Catalyst technology advancements

Various SCR catalyst types may be considered for each application to include honeycomb, plate and corrugated geometries. Honeycomb geometries generally provide the highest level of performance per unit volume.

Catalyst pitch refers to the catalyst cell dimension defined from centreline to centreline of one wall to an adjacent wall. Pitch and wall thickness determine the catalyst total open area for flue gas flow, and this should be considered when assessing a given product for an application. Choice of pitch is influenced by the ash loading of the flue gas and the location of the particulate collection device. Generally, larger pitch products are associated with ultra-high ash loading or as a means to help mitigate the impact of large particle ash (LPA). Use of catalyst pitch as a method for LPA mitigation is case-specific and generally dictated by limitations of upstream solutions, such as excessive screen erosion due to existing ductwork design.

During the decision process phase of a catalyst management programme, it is vital for the power plant to examine available advancements in catalyst technology which can improve performance substantially. For instance, units having either a large pitch (low geometric surface area) or a short catalyst length may gain by a closer assessment of advancements which can lead to substantially increased life.

In some cases, advanced designs can deliver a better than 50% performance enhancement or cost reduction compared with installing a new layer of the original catalyst.

To minimise any risks associated with a sudden change of catalyst, transitions to a more advanced system can be done in a staged manner.

Figure 4. General SCR chemistry for Hg oxidation

In-situ replacement

A case in point is the Tennessee Valley Authority (TVA) Allen plant, which represented a unique challenge for catalyst management. Each of the plant’s three units were built without an SCR bypass forcing Allen to operate, in effect, on a year-round basis with the added challenge stemming from its two-layer reactor limitation.

The units were commissioned with an 8.2 mm pitch Cormetech honeycomb catalyst. In addition, a 7 mm pitch product was also qualified during the initial design and installation in anticipation of potential future catalyst management cost savings. Catalyst life cycle planning was initiated in the second year of service, after approximately 16 000 hours of operation. Numerous options were investigated ranging from in-kind replacement to in-situ washing, external washing and off-site regeneration. The final solution involved an in-situ replacement (patent-pending) of the 8.2 mm pitch product with an extension of the pre-qualified 7 mm pitch product, another patent-pending process. The same procedure has been successfully carried out on all three units. In addition, this process is used to address local areas within the reactor which may require attention due to LPA accumulation.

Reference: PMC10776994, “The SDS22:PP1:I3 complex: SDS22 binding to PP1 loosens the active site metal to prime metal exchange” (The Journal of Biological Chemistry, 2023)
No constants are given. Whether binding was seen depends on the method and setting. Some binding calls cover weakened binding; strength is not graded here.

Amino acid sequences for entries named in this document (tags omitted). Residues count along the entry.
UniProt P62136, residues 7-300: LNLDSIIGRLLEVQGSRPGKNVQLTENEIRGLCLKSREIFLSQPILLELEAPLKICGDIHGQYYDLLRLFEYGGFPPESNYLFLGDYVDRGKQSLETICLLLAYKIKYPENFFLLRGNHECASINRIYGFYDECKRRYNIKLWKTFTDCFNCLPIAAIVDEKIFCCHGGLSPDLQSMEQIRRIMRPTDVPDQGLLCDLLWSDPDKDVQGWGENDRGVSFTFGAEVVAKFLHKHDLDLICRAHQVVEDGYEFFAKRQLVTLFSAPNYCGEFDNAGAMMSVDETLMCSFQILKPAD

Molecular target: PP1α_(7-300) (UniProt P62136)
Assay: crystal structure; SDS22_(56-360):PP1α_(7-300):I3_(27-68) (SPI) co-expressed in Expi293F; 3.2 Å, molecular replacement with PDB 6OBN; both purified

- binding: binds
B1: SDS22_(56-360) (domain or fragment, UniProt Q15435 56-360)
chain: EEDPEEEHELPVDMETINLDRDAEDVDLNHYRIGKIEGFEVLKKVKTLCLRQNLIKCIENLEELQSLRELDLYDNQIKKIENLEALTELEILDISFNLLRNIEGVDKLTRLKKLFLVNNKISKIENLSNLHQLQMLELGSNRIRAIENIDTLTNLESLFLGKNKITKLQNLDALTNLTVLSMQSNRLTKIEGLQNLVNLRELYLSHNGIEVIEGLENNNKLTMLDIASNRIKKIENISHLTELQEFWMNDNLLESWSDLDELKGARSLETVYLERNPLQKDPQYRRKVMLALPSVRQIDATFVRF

The in-situ catalyst replacementSM process consists of removing catalysts from modularised sections of catalyst layers within a reactor without removing the steel frame modules that support the catalyst. This results in reduced downtime and costs compared to conventional replacement methods.

To pre-qualify the process for a given unit for in-situ catalyst replacement, a visual inspection or spot sampling is conducted in conjunction with chemical and physical performance tests. The in-situ method has been used to replace honeycomb catalysts but the process can be extended to perform replacement of low surface area plate or corrugated geometries. The in-situ process can be performed on an entire layer or partial layer of catalyst. The in-situ method can be a more economic and efficient approach compared with conventional methods of catalyst replacement.

Figure 5a and 5b. Formation of ABS in the catalyst

Low SO2 conversion

In addressing the challenge of achieving high levels of NOx reduction with low SO2 conversion to SO3, Cormetech has focused on developing additional catalyst product features to address these at times conflicting goals, employing, among other things, advanced extrusion technologies.

In some cases, the performance enhancement can achieve less than 0.1% SO2 oxidation while maintaining all other key product performance and durability features. This advanced SCR system may be used as a stand-alone approach to SO3 mitigation or it may be combined with other techniques including fuel switching, in-furnace mitigation with reagent, and pre/post APH mitigation with reagent.